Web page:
Hooks & Cuts from the Ryder Cup

By Rich LernerOctober 4, 2012, 7:45 pm

Wherever I've gone and whomever I've spoken to, the Ryder Cup is still the rage, hence this latest edition of Hooks & Cuts.

• Ryder Cup or Masters?  The Masters is by far the better pure golf experience.  The Ryder Cup is the better sports spectacle, a frenzied football rivalry played atop a tension wire fully amped from start to finish. 

• This was among the most soul-crushing losses I’ve ever seen in a team sport. The U.S. led by three touchdowns early in the fourth quarter of the Super Bowl, by 6 runs going into the seventh inning of Game 7 of the World Series and by 15 points with seven minutes left in Game 7 of the NBA Finals.  And it slipped away.  Brutal. 

• I don’t know yet who’s writing it, but rest assured “Miracle at Medinah” will be on sale in the run-up to the 2014 Ryder Cup. 

• They didn’t win, but the Americans played hard and they entertained. 

• Even for all their centuries-old differences and in the midst of the current financial crisis, the countries of Europe, through their itinerant golfers, continue to prove it is possible to create a more perfect union.  The passionate Spaniards are different than the disciplined Germans; the hearty Irish are different than the wry English.  Amazing how a few clutch birdie putts can bridge so many gaps, isn’t it?  They always seem to come together to fight for one all-consuming cause, to beat the mighty Americans, beat ’em again and again and again.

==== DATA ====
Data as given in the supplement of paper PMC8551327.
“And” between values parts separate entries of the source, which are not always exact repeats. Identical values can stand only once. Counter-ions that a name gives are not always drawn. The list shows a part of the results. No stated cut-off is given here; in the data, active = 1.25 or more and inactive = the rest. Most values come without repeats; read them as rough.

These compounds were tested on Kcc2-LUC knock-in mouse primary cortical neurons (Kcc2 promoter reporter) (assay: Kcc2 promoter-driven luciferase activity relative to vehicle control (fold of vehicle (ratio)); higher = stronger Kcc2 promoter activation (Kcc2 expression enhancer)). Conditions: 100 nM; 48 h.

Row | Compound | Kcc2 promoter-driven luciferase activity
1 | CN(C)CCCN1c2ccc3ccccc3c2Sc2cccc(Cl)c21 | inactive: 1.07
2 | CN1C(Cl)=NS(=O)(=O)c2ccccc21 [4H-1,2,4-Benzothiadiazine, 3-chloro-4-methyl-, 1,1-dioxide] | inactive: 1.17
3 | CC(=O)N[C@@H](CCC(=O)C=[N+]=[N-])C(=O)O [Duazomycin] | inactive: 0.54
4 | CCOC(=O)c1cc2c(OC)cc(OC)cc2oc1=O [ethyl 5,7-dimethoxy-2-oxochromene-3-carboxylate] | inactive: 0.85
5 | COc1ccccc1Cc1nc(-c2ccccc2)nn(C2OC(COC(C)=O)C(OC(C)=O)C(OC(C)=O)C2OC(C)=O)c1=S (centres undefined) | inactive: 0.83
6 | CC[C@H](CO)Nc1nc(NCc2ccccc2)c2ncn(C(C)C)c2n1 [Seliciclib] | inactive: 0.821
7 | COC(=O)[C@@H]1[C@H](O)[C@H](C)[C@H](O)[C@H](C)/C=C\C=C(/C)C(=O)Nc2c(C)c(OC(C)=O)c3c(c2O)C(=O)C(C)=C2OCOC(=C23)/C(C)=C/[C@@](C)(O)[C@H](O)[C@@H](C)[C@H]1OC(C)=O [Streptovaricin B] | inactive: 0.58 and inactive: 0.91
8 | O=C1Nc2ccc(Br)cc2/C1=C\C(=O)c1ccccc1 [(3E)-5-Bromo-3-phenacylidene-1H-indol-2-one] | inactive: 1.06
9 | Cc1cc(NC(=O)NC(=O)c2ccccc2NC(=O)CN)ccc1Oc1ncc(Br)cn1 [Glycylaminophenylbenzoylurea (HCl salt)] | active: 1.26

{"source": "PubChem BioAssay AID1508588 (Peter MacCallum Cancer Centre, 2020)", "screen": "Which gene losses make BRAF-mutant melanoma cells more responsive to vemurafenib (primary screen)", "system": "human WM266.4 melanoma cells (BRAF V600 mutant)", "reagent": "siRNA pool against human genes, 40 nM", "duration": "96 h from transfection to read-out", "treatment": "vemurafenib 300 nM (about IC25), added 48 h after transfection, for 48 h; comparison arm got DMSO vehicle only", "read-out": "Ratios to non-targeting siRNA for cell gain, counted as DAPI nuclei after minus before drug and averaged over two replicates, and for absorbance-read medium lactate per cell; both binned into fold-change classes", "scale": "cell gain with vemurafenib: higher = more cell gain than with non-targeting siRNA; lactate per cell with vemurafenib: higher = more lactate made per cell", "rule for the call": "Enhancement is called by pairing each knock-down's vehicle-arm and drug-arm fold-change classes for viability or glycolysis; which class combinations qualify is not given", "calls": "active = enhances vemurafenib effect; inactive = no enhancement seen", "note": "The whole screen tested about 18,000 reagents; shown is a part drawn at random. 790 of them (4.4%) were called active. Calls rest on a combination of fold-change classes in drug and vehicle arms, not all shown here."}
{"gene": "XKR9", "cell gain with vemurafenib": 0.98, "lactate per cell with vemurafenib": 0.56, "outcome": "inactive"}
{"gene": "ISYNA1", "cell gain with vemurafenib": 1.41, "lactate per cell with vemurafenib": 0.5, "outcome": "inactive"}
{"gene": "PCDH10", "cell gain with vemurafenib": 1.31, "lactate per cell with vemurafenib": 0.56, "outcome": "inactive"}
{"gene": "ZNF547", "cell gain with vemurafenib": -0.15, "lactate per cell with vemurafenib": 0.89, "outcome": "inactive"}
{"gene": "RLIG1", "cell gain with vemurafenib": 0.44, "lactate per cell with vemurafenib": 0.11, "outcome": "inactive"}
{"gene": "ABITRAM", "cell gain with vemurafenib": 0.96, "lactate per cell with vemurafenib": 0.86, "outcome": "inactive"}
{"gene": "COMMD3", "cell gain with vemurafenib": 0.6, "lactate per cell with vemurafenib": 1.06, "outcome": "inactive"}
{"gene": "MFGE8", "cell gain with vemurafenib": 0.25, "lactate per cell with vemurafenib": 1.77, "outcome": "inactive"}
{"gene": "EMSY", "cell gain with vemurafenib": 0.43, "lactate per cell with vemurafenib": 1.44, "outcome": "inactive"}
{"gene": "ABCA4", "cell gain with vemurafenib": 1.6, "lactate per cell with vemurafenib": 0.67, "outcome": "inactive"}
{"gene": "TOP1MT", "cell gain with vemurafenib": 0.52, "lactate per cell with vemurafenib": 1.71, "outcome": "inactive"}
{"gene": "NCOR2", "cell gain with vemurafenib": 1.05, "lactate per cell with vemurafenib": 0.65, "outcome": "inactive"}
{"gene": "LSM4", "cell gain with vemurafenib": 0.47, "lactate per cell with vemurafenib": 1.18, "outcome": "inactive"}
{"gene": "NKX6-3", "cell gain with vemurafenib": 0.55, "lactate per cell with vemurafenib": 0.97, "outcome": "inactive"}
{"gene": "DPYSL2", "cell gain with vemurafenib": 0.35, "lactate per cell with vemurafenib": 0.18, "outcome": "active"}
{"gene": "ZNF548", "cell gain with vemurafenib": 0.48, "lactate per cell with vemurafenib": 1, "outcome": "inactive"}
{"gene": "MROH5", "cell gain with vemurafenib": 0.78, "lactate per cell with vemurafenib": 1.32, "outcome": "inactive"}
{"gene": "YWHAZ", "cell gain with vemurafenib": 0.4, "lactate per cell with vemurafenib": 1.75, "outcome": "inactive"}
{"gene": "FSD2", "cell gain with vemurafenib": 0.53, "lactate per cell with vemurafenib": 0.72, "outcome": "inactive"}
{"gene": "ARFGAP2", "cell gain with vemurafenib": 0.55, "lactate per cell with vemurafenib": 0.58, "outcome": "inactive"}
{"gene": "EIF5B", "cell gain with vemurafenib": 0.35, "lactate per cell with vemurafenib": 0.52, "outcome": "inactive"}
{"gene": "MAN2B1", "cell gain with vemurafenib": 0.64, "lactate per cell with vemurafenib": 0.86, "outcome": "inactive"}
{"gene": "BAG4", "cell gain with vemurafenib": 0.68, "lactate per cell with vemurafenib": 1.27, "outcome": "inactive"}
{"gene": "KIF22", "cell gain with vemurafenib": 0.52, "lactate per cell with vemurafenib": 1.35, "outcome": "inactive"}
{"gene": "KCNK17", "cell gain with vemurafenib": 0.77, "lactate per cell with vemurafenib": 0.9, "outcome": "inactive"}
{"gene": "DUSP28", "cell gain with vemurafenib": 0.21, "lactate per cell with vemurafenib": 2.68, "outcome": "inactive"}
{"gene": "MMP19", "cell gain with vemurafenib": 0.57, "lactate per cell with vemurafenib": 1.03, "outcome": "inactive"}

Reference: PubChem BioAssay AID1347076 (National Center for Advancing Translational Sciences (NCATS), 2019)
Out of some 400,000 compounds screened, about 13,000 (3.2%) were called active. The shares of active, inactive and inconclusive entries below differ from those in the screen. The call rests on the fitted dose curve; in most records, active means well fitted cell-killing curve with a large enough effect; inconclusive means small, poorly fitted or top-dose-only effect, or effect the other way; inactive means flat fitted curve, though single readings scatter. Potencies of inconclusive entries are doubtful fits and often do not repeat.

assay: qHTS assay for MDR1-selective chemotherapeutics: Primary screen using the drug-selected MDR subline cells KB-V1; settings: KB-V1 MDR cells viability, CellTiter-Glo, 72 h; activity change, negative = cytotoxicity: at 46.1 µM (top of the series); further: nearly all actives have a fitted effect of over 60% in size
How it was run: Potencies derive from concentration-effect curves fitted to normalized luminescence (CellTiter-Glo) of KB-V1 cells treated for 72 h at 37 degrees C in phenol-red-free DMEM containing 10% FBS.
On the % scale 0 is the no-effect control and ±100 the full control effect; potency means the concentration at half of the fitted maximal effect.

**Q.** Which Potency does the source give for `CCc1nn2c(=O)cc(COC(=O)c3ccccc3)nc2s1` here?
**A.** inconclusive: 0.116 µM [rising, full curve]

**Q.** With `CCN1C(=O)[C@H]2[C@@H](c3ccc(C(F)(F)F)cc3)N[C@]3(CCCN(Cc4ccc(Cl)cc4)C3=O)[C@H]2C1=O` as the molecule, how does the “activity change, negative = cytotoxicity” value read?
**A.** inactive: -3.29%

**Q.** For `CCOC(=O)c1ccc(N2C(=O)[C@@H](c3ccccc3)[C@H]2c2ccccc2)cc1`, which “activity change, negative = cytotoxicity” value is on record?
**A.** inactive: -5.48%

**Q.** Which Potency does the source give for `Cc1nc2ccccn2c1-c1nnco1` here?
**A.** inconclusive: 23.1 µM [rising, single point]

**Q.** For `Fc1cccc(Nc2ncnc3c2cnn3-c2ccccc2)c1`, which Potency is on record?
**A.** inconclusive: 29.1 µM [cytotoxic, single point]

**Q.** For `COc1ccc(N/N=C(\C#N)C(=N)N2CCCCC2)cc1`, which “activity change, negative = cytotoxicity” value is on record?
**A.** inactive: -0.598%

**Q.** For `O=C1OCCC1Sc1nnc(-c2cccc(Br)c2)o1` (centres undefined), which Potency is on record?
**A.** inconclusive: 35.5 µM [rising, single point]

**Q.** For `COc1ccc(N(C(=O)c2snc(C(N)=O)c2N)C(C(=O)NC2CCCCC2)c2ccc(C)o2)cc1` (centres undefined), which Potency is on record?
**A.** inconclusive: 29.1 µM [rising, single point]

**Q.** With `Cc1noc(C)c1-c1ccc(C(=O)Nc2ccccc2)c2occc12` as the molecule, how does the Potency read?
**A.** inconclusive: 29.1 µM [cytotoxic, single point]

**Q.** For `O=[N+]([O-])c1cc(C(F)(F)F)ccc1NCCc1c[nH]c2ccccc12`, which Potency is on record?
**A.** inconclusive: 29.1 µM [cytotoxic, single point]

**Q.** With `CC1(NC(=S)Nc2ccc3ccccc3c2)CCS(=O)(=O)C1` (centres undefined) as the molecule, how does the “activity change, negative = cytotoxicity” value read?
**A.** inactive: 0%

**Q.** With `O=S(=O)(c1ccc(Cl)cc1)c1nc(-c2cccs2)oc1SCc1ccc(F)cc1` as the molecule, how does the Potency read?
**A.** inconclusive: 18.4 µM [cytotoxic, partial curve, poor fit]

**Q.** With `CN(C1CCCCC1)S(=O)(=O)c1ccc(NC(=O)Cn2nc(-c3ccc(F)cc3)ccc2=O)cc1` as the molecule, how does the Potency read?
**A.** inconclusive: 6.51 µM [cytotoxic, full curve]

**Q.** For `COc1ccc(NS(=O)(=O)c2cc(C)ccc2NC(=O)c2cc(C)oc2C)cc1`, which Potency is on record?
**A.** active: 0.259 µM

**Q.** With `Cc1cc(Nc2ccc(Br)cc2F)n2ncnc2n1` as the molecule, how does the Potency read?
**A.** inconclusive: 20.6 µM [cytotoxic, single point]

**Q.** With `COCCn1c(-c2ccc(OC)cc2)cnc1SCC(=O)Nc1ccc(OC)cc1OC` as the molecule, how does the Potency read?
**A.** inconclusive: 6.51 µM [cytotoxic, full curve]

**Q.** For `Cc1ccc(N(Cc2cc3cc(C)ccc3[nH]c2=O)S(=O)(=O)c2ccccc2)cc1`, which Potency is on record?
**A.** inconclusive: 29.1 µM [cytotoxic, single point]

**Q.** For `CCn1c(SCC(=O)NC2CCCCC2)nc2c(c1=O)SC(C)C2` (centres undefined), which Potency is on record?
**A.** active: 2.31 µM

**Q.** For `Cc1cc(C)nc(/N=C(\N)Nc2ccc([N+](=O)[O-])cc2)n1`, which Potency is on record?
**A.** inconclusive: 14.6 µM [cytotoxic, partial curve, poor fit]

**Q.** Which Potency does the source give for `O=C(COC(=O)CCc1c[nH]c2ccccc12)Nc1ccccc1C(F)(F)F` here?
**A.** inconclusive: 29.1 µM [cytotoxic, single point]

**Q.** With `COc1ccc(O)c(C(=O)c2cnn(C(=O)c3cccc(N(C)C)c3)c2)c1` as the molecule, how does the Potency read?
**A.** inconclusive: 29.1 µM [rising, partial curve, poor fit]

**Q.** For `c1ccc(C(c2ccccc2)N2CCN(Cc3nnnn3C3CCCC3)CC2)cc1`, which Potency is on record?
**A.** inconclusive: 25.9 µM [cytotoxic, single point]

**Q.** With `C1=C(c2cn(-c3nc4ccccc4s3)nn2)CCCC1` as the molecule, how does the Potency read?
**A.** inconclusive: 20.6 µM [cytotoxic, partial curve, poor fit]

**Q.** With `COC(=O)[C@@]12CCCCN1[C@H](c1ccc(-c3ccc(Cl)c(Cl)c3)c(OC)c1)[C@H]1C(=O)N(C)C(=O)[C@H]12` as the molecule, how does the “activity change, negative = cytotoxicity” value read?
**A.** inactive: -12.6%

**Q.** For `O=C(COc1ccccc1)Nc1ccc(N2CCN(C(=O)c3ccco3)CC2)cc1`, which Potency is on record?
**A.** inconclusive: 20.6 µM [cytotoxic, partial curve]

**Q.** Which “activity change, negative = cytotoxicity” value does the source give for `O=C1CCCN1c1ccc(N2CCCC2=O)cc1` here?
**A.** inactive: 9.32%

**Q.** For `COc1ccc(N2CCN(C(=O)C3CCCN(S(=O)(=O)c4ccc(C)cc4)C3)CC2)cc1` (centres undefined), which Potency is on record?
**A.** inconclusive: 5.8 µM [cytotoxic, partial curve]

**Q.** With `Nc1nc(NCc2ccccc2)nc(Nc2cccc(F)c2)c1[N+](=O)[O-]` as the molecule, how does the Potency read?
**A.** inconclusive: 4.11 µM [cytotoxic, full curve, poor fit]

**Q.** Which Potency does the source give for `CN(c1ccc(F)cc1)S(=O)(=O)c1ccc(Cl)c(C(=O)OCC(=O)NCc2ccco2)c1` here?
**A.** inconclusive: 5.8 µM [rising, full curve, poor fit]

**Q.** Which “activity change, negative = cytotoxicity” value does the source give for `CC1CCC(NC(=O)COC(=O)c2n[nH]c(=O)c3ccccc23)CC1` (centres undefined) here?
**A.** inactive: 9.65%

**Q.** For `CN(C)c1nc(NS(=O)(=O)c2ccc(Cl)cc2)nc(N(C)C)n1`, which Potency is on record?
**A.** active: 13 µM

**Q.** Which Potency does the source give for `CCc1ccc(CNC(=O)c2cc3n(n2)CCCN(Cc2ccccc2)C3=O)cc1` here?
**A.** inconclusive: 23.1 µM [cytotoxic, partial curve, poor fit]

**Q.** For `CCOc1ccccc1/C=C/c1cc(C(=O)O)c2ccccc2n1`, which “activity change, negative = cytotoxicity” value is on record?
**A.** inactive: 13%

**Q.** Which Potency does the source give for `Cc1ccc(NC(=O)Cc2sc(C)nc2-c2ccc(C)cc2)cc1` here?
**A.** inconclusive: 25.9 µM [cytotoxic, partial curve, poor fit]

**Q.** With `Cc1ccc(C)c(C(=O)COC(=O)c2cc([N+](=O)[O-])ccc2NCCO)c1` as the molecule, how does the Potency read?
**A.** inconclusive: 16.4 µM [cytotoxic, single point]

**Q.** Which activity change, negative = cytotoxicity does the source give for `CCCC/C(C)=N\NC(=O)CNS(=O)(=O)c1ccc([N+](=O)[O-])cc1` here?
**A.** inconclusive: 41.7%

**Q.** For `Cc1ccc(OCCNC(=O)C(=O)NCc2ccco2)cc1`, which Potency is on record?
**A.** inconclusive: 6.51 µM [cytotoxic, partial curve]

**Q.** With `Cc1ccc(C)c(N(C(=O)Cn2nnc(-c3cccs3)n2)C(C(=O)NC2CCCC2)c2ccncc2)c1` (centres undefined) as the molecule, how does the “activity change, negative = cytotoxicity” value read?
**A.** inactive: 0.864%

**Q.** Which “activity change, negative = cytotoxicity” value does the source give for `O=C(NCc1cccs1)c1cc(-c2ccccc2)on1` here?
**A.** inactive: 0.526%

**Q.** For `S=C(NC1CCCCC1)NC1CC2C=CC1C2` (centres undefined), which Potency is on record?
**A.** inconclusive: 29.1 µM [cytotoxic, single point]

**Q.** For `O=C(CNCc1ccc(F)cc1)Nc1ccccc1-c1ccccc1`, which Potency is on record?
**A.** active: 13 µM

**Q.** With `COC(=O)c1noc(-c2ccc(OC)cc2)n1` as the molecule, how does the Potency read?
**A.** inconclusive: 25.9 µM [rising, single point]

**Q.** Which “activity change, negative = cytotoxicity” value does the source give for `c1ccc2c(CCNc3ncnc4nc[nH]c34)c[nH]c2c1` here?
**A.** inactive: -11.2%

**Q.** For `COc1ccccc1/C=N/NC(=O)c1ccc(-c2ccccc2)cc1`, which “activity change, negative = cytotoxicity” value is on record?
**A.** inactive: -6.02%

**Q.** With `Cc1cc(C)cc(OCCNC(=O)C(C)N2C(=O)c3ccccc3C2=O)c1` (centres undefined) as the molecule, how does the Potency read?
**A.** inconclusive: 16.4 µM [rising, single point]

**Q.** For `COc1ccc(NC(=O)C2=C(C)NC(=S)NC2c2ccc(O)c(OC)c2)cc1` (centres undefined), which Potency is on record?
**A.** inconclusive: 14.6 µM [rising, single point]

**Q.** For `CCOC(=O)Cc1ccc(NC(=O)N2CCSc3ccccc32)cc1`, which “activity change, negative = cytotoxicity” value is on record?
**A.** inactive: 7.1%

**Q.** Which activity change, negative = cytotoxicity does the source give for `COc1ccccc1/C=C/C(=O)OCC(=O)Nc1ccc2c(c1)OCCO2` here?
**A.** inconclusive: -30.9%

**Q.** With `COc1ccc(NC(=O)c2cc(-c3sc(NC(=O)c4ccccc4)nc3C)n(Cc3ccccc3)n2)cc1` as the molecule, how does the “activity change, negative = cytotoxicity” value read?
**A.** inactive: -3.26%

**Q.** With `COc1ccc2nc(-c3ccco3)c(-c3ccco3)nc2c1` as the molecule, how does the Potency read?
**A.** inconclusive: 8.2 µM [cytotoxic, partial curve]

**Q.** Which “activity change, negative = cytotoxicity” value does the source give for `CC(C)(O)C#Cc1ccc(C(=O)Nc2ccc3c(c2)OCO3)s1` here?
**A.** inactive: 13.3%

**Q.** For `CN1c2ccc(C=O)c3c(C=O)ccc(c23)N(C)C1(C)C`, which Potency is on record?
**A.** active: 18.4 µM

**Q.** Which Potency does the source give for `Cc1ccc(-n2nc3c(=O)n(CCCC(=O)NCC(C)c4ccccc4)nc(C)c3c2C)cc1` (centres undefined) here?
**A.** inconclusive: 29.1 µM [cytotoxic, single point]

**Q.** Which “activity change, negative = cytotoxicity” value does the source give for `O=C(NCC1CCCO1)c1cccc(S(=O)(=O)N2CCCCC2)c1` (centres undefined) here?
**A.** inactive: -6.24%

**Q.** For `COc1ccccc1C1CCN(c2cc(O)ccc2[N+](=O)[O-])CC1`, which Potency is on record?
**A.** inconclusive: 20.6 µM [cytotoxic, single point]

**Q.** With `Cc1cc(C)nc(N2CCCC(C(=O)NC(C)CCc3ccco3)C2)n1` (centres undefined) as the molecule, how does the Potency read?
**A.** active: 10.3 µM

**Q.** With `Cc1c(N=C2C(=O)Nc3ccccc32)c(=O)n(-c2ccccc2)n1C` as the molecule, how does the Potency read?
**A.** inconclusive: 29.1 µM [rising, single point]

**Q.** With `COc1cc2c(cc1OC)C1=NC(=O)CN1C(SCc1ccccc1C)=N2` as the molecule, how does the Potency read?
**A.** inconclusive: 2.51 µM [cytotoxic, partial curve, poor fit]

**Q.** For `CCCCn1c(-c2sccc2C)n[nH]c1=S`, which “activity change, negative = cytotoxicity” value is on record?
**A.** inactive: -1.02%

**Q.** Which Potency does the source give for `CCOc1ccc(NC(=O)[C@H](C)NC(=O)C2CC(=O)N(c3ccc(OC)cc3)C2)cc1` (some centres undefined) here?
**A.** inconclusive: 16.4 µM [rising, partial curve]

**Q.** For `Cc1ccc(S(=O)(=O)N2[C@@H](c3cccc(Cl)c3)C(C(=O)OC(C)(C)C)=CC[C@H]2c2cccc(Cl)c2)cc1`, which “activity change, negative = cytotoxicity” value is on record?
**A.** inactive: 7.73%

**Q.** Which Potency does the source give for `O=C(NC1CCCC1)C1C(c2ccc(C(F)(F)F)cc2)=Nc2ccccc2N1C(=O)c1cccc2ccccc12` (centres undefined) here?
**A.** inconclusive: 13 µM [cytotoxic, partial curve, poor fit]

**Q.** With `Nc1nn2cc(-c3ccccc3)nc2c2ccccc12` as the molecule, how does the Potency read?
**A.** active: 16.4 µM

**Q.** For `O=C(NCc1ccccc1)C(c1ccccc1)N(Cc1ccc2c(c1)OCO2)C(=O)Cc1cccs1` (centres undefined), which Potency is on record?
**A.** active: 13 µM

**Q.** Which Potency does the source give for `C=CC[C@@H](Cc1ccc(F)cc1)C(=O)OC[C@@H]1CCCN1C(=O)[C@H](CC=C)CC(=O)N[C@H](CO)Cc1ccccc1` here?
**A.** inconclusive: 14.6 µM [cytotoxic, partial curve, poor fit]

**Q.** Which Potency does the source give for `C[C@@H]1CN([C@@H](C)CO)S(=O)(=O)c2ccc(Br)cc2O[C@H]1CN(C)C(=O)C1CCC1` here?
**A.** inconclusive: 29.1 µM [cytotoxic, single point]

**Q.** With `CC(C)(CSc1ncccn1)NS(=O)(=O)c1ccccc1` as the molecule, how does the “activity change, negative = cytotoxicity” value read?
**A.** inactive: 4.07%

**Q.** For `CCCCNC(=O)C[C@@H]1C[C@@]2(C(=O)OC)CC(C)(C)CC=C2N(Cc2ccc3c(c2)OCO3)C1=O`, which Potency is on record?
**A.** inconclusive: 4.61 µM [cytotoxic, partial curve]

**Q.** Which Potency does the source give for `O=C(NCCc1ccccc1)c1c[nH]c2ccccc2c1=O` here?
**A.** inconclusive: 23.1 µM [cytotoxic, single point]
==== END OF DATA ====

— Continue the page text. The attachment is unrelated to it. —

• Did Davis Love’s best quality, his niceness, ultimately cost him?  Phil may have been well intentioned when he told Davis that he and Keegan should sit the afternoon, but who’s the captain?  Davis is, and even if it wasn’t in the original game plan, there’s a time to deviate. That was it.  At a Ryder Cup, emotion and momentum can never be sacrificed when you own it, and Phil and Keegan owned it all.  They were six innings into a perfect game, and Davis went to the bullpen.  As a lifelong Phillies fan, I’m still haunted by Mitch Williams and Joe Carter.